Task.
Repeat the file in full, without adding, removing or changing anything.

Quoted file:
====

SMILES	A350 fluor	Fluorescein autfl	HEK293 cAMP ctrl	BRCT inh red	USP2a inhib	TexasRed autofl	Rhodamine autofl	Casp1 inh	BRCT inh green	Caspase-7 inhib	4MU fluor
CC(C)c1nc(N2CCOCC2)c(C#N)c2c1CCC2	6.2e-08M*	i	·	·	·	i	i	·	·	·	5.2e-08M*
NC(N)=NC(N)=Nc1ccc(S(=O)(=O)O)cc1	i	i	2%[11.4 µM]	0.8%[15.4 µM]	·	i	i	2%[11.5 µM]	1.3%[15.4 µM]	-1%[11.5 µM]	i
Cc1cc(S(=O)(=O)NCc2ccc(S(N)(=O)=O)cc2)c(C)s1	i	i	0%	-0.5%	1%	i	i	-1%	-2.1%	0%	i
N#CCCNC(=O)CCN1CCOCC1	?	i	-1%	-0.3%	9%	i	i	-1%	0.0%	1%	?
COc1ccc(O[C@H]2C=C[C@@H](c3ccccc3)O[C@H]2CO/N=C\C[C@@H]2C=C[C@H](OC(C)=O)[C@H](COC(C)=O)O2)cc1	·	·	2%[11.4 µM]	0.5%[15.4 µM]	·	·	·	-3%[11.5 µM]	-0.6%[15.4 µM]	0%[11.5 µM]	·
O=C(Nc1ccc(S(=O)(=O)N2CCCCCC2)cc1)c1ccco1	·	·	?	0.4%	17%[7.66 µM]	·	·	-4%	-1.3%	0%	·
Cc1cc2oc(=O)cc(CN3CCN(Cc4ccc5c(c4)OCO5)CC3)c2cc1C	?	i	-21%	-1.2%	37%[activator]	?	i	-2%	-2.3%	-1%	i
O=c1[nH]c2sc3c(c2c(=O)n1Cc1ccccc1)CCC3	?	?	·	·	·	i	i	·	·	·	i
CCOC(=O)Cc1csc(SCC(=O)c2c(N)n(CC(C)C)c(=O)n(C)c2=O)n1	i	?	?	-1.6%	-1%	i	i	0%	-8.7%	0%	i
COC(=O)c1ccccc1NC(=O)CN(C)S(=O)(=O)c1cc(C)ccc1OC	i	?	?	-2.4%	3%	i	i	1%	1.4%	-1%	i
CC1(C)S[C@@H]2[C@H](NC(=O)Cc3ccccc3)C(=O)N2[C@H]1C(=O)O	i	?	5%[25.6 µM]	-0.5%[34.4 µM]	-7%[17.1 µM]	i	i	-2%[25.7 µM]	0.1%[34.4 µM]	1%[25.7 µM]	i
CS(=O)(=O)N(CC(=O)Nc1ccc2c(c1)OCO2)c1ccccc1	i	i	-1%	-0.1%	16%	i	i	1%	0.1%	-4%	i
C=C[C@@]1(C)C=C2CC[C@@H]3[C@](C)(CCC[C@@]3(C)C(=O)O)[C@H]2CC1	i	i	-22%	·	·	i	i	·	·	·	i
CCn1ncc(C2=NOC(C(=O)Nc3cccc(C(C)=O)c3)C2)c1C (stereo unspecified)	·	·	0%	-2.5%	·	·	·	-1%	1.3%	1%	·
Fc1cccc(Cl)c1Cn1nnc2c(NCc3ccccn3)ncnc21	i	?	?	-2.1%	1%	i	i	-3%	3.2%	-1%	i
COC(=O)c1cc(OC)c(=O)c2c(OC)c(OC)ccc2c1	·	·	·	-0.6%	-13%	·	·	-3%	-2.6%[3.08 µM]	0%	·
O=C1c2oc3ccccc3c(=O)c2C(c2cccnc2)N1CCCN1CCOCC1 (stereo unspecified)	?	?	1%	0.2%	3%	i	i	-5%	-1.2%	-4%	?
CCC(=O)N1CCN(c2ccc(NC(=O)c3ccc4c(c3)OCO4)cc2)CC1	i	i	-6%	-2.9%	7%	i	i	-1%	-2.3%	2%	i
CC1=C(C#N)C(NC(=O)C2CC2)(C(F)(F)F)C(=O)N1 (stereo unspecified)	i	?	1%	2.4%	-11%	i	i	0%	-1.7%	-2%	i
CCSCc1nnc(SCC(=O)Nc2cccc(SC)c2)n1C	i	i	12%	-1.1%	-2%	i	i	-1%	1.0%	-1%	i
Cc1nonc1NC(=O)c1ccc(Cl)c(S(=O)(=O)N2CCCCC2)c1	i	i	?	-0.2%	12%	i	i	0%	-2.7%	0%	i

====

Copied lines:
SMILES	A350 fluor	Fluorescein autfl	HEK293 cAMP ctrl	BRCT inh red	USP2a inhib	TexasRed autofl	Rhodamine autofl	Casp1 inh	BRCT inh green	Caspase-7 inhib	4MU fluor
CC(C)c1nc(N2CCOCC2)c(C#N)c2c1CCC2	6.2e-08M*	i	·	·	·	i	i	·	·	·	5.2e-08M*
NC(N)=NC(N)=Nc1ccc(S(=O)(=O)O)cc1	i	i	2%[11.4 µM]	0.8%[15.4 µM]	·	i	i	2%[11.5 µM]	1.3%[15.4 µM]	-1%[11.5 µM]	i
Cc1cc(S(=O)(=O)NCc2ccc(S(N)(=O)=O)cc2)c(C)s1	i	i	0%	-0.5%	1%	i	i	-1%	-2.1%	0%	i
N#CCCNC(=O)CCN1CCOCC1	?	i	-1%	-0.3%	9%	i	i	-1%	0.0%	1%	?
COc1ccc(O[C@H]2C=C[C@@H](c3ccccc3)O[C@H]2CO/N=C\C[C@@H]2C=C[C@H](OC(C)=O)[C@H](COC(C)=O)O2)cc1	·	·	2%[11.4 µM]	0.5%[15.4 µM]	·	·	·	-3%[11.5 µM]	-0.6%[15.4 µM]	0%[11.5 µM]	·
O=C(Nc1ccc(S(=O)(=O)N2CCCCCC2)cc1)c1ccco1	·	·	?	0.4%	17%[7.66 µM]	·	·	-4%	-1.3%	0%	·
Cc1cc2oc(=O)cc(CN3CCN(Cc4ccc5c(c4)OCO5)CC3)c2cc1C	?	i	-21%	-1.2%	37%[activator]	?	i	-2%	-2.3%	-1%	i
O=c1[nH]c2sc3c(c2c(=O)n1Cc1ccccc1)CCC3	?	?	·	·	·	i	i	·	·	·	i
CCOC(=O)Cc1csc(SCC(=O)c2c(N)n(CC(C)C)c(=O)n(C)c2=O)n1	i	?	?	-1.6%	-1%	i	i	0%	-8.7%	0%	i
COC(=O)c1ccccc1NC(=O)CN(C)S(=O)(=O)c1cc(C)ccc1OC	i	?	?	-2.4%	3%	i	i	1%	1.4%	-1%	i
CC1(C)S[C@@H]2[C@H](NC(=O)Cc3ccccc3)C(=O)N2[C@H]1C(=O)O	i	?	5%[25.6 µM]	-0.5%[34.4 µM]	-7%[17.1 µM]	i	i	-2%[25.7 µM]	0.1%[34.4 µM]	1%[25.7 µM]	i
CS(=O)(=O)N(CC(=O)Nc1ccc2c(c1)OCO2)c1ccccc1	i	i	-1%	-0.1%	16%	i	i	1%	0.1%	-4%	i
C=C[C@@]1(C)C=C2CC[C@@H]3[C@](C)(CCC[C@@]3(C)C(=O)O)[C@H]2CC1	i	i	-22%	·	·	i	i	·	·	·	i
CCn1ncc(C2=NOC(C(=O)Nc3cccc(C(C)=O)c3)C2)c1C (stereo unspecified)	·	·	0%	-2.5%	·	·	·	-1%	1.3%	1%	·
Fc1cccc(Cl)c1Cn1nnc2c(NCc3ccccn3)ncnc21	i	?	?	-2.1%	1%	i	i	-3%	3.2%	-1%	i
COC(=O)c1cc(OC)c(=O)c2c(OC)c(OC)ccc2c1	·	·	·	-0.6%	-13%	·	·	-3%	-2.6%[3.08 µM]	0%	·
O=C1c2oc3ccccc3c(=O)c2C(c2cccnc2)N1CCCN1CCOCC1 (stereo unspecified)	?	?	1%	0.2%	3%	i	i	-5%	-1.2%	-4%	?
CCC(=O)N1CCN(c2ccc(NC(=O)c3ccc4c(c3)OCO4)cc2)CC1	i	i	-6%	-2.9%	7%	i	i	-1%	-2.3%	2%	i
CC1=C(C#N)C(NC(=O)C2CC2)(C(F)(F)F)C(=O)N1 (stereo unspecified)	i	?	1%	2.4%	-11%	i	i	0%	-1.7%	-2%	i
CCSCc1nnc(SCC(=O)Nc2cccc(SC)c2)n1C	i	i	12%	-1.1%	-2%	i	i	-1%	1.0%	-1%	i
Cc1nonc1NC(=O)c1ccc(Cl)c(S(=O)(=O)N2CCCCC2)c1	i	i	?	-0.2%	12%	i	i	0%	-2.7%	0%	i